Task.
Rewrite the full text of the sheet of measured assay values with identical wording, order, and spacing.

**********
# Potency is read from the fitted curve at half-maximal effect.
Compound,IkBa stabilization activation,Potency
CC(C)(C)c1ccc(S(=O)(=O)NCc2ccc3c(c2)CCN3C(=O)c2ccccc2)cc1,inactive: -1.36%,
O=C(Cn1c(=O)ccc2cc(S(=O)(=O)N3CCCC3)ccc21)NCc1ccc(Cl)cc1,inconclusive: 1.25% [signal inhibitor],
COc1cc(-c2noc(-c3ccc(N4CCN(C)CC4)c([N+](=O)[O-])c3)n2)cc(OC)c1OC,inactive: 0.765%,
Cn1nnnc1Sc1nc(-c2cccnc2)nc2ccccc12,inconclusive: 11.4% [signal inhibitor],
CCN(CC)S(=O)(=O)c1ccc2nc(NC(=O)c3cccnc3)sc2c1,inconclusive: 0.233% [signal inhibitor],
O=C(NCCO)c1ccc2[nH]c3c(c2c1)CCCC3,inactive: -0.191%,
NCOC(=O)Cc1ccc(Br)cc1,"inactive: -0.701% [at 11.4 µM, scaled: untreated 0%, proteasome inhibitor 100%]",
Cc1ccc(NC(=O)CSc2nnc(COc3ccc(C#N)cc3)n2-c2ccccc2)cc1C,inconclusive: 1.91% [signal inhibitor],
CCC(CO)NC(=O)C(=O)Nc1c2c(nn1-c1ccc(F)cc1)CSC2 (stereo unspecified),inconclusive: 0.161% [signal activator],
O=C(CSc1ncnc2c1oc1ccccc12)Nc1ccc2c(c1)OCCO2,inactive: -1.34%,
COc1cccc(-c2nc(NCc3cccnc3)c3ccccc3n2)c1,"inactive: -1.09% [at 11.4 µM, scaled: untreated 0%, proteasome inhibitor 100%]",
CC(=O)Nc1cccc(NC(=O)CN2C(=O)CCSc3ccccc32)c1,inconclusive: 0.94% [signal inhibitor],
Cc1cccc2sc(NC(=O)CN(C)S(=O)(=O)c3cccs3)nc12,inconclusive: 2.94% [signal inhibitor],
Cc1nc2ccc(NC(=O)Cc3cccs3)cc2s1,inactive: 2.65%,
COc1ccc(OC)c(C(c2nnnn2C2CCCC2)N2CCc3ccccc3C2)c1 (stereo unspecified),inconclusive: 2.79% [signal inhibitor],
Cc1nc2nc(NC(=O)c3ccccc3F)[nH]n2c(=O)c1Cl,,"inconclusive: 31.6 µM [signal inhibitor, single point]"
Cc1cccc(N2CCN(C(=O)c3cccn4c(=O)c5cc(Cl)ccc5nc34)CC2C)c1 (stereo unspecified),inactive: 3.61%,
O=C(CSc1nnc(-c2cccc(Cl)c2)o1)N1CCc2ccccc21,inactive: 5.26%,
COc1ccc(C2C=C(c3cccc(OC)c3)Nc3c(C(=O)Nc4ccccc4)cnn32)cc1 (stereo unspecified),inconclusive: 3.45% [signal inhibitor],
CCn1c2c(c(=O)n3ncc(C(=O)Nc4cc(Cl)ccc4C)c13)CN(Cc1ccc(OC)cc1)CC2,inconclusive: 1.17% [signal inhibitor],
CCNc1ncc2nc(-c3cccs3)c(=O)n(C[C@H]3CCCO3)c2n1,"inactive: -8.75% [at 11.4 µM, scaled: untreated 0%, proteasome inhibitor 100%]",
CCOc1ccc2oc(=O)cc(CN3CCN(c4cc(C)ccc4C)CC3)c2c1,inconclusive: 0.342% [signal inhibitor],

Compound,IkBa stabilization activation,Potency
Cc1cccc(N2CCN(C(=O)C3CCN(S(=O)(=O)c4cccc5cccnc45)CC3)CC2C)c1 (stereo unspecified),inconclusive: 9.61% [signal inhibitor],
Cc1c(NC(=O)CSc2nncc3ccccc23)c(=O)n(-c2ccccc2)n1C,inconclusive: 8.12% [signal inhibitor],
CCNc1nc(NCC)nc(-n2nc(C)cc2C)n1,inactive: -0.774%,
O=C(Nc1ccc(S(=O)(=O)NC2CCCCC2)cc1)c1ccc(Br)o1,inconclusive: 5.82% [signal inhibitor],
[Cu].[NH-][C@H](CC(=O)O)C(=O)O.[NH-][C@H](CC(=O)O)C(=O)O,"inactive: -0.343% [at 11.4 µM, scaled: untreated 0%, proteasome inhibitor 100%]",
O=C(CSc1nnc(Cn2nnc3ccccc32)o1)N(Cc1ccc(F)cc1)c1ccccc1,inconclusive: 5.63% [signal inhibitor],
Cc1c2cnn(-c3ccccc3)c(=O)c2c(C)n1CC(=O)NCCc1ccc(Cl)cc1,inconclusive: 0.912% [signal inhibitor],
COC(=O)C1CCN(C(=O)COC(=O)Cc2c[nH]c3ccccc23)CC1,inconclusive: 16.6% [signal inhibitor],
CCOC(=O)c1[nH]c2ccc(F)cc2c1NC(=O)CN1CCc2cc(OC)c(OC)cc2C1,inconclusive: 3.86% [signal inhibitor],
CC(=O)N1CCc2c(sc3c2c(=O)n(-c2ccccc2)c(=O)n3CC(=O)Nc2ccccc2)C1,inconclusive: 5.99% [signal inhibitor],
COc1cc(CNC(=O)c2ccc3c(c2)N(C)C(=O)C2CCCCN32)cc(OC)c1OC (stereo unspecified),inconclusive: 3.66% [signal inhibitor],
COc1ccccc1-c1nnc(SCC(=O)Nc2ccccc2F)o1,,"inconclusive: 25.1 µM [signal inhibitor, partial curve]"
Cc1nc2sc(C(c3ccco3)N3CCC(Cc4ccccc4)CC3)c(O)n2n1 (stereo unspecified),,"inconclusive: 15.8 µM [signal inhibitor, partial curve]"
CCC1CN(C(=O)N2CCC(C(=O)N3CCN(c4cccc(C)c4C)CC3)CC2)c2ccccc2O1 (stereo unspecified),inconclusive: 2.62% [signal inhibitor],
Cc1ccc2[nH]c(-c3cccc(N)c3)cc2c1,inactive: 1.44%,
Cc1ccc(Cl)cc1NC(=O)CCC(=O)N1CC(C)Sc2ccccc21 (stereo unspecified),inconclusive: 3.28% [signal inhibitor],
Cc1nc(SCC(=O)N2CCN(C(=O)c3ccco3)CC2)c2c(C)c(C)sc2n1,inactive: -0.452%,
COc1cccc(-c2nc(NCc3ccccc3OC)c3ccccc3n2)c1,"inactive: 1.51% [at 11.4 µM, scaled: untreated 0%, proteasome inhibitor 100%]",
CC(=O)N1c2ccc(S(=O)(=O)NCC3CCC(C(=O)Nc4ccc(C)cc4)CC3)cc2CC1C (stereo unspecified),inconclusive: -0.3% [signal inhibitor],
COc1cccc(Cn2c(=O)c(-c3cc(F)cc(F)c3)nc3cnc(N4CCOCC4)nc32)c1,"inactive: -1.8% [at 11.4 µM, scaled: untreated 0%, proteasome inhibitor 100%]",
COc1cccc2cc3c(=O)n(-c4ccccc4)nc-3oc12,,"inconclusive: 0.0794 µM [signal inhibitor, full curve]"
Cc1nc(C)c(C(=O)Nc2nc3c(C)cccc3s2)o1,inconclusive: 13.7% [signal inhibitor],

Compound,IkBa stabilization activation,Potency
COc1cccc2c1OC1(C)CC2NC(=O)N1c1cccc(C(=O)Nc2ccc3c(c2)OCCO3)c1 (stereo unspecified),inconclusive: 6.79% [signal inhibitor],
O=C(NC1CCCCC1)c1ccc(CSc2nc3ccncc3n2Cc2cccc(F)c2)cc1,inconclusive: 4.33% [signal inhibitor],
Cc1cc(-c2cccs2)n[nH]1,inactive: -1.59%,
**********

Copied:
# Potency is read from the fitted curve at half-maximal effect.
Compound,IkBa stabilization activation,Potency
CC(C)(C)c1ccc(S(=O)(=O)NCc2ccc3c(c2)CCN3C(=O)c2ccccc2)cc1,inactive: -1.36%,
O=C(Cn1c(=O)ccc2cc(S(=O)(=O)N3CCCC3)ccc21)NCc1ccc(Cl)cc1,inconclusive: 1.25% [signal inhibitor],
COc1cc(-c2noc(-c3ccc(N4CCN(C)CC4)c([N+](=O)[O-])c3)n2)cc(OC)c1OC,inactive: 0.765%,
Cn1nnnc1Sc1nc(-c2cccnc2)nc2ccccc12,inconclusive: 11.4% [signal inhibitor],
CCN(CC)S(=O)(=O)c1ccc2nc(NC(=O)c3cccnc3)sc2c1,inconclusive: 0.233% [signal inhibitor],
O=C(NCCO)c1ccc2[nH]c3c(c2c1)CCCC3,inactive: -0.191%,
NCOC(=O)Cc1ccc(Br)cc1,"inactive: -0.701% [at 11.4 µM, scaled: untreated 0%, proteasome inhibitor 100%]",
Cc1ccc(NC(=O)CSc2nnc(COc3ccc(C#N)cc3)n2-c2ccccc2)cc1C,inconclusive: 1.91% [signal inhibitor],
CCC(CO)NC(=O)C(=O)Nc1c2c(nn1-c1ccc(F)cc1)CSC2 (stereo unspecified),inconclusive: 0.161% [signal activator],
O=C(CSc1ncnc2c1oc1ccccc12)Nc1ccc2c(c1)OCCO2,inactive: -1.34%,
COc1cccc(-c2nc(NCc3cccnc3)c3ccccc3n2)c1,"inactive: -1.09% [at 11.4 µM, scaled: untreated 0%, proteasome inhibitor 100%]",
CC(=O)Nc1cccc(NC(=O)CN2C(=O)CCSc3ccccc32)c1,inconclusive: 0.94% [signal inhibitor],
Cc1cccc2sc(NC(=O)CN(C)S(=O)(=O)c3cccs3)nc12,inconclusive: 2.94% [signal inhibitor],
Cc1nc2ccc(NC(=O)Cc3cccs3)cc2s1,inactive: 2.65%,
COc1ccc(OC)c(C(c2nnnn2C2CCCC2)N2CCc3ccccc3C2)c1 (stereo unspecified),inconclusive: 2.79% [signal inhibitor],
Cc1nc2nc(NC(=O)c3ccccc3F)[nH]n2c(=O)c1Cl,,"inconclusive: 31.6 µM [signal inhibitor, single point]"
Cc1cccc(N2CCN(C(=O)c3cccn4c(=O)c5cc(Cl)ccc5nc34)CC2C)c1 (stereo unspecified),inactive: 3.61%,
O=C(CSc1nnc(-c2cccc(Cl)c2)o1)N1CCc2ccccc21,inactive: 5.26%,
COc1ccc(C2C=C(c3cccc(OC)c3)Nc3c(C(=O)Nc4ccccc4)cnn32)cc1 (stereo unspecified),inconclusive: 3.45% [signal inhibitor],
CCn1c2c(c(=O)n3ncc(C(=O)Nc4cc(Cl)ccc4C)c13)CN(Cc1ccc(OC)cc1)CC2,inconclusive: 1.17% [signal inhibitor],
CCNc1ncc2nc(-c3cccs3)c(=O)n(C[C@H]3CCCO3)c2n1,"inactive: -8.75% [at 11.4 µM, scaled: untreated 0%, proteasome inhibitor 100%]",
CCOc1ccc2oc(=O)cc(CN3CCN(c4cc(C)ccc4C)CC3)c2c1,inconclusive: 0.342% [signal inhibitor],

Compound,IkBa stabilization activation,Potency
Cc1cccc(N2CCN(C(=O)C3CCN(S(=O)(=O)c4cccc5cccnc45)CC3)CC2C)c1 (stereo unspecified),inconclusive: 9.61% [signal inhibitor],
Cc1c(NC(=O)CSc2nncc3ccccc23)c(=O)n(-c2ccccc2)n1C,inconclusive: 8.12% [signal inhibitor],
CCNc1nc(NCC)nc(-n2nc(C)cc2C)n1,inactive: -0.774%,
O=C(Nc1ccc(S(=O)(=O)NC2CCCCC2)cc1)c1ccc(Br)o1,inconclusive: 5.82% [signal inhibitor],
[Cu].[NH-][C@H](CC(=O)O)C(=O)O.[NH-][C@H](CC(=O)O)C(=O)O,"inactive: -0.343% [at 11.4 µM, scaled: untreated 0%, proteasome inhibitor 100%]",
O=C(CSc1nnc(Cn2nnc3ccccc32)o1)N(Cc1ccc(F)cc1)c1ccccc1,inconclusive: 5.63% [signal inhibitor],
Cc1c2cnn(-c3ccccc3)c(=O)c2c(C)n1CC(=O)NCCc1ccc(Cl)cc1,inconclusive: 0.912% [signal inhibitor],
COC(=O)C1CCN(C(=O)COC(=O)Cc2c[nH]c3ccccc23)CC1,inconclusive: 16.6% [signal inhibitor],
CCOC(=O)c1[nH]c2ccc(F)cc2c1NC(=O)CN1CCc2cc(OC)c(OC)cc2C1,inconclusive: 3.86% [signal inhibitor],
CC(=O)N1CCc2c(sc3c2c(=O)n(-c2ccccc2)c(=O)n3CC(=O)Nc2ccccc2)C1,inconclusive: 5.99% [signal inhibitor],
COc1cc(CNC(=O)c2ccc3c(c2)N(C)C(=O)C2CCCCN32)cc(OC)c1OC (stereo unspecified),inconclusive: 3.66% [signal inhibitor],
COc1ccccc1-c1nnc(SCC(=O)Nc2ccccc2F)o1,,"inconclusive: 25.1 µM [signal inhibitor, partial curve]"
Cc1nc2sc(C(c3ccco3)N3CCC(Cc4ccccc4)CC3)c(O)n2n1 (stereo unspecified),,"inconclusive: 15.8 µM [signal inhibitor, partial curve]"
CCC1CN(C(=O)N2CCC(C(=O)N3CCN(c4cccc(C)c4C)CC3)CC2)c2ccccc2O1 (stereo unspecified),inconclusive: 2.62% [signal inhibitor],
Cc1ccc2[nH]c(-c3cccc(N)c3)cc2c1,inactive: 1.44%,
Cc1ccc(Cl)cc1NC(=O)CCC(=O)N1CC(C)Sc2ccccc21 (stereo unspecified),inconclusive: 3.28% [signal inhibitor],
Cc1nc(SCC(=O)N2CCN(C(=O)c3ccco3)CC2)c2c(C)c(C)sc2n1,inactive: -0.452%,
COc1cccc(-c2nc(NCc3ccccc3OC)c3ccccc3n2)c1,"inactive: 1.51% [at 11.4 µM, scaled: untreated 0%, proteasome inhibitor 100%]",
CC(=O)N1c2ccc(S(=O)(=O)NCC3CCC(C(=O)Nc4ccc(C)cc4)CC3)cc2CC1C (stereo unspecified),inconclusive: -0.3% [signal inhibitor],
COc1cccc(Cn2c(=O)c(-c3cc(F)cc(F)c3)nc3cnc(N4CCOCC4)nc32)c1,"inactive: -1.8% [at 11.4 µM, scaled: untreated 0%, proteasome inhibitor 100%]",
COc1cccc2cc3c(=O)n(-c4ccccc4)nc-3oc12,,"inconclusive: 0.0794 µM [signal inhibitor, full curve]"
Cc1nc(C)c(C(=O)Nc2nc3c(C)cccc3s2)o1,inconclusive: 13.7% [signal inhibitor],

Compound,IkBa stabilization activation,Potency
COc1cccc2c1OC1(C)CC2NC(=O)N1c1cccc(C(=O)Nc2ccc3c(c2)OCCO3)c1 (stereo unspecified),inconclusive: 6.79% [signal inhibitor],
O=C(NC1CCCCC1)c1ccc(CSc2nc3ccncc3n2Cc2cccc(F)c2)cc1,inconclusive: 4.33% [signal inhibitor],
Cc1cc(-c2cccs2)n[nH]1,inactive: -1.59%,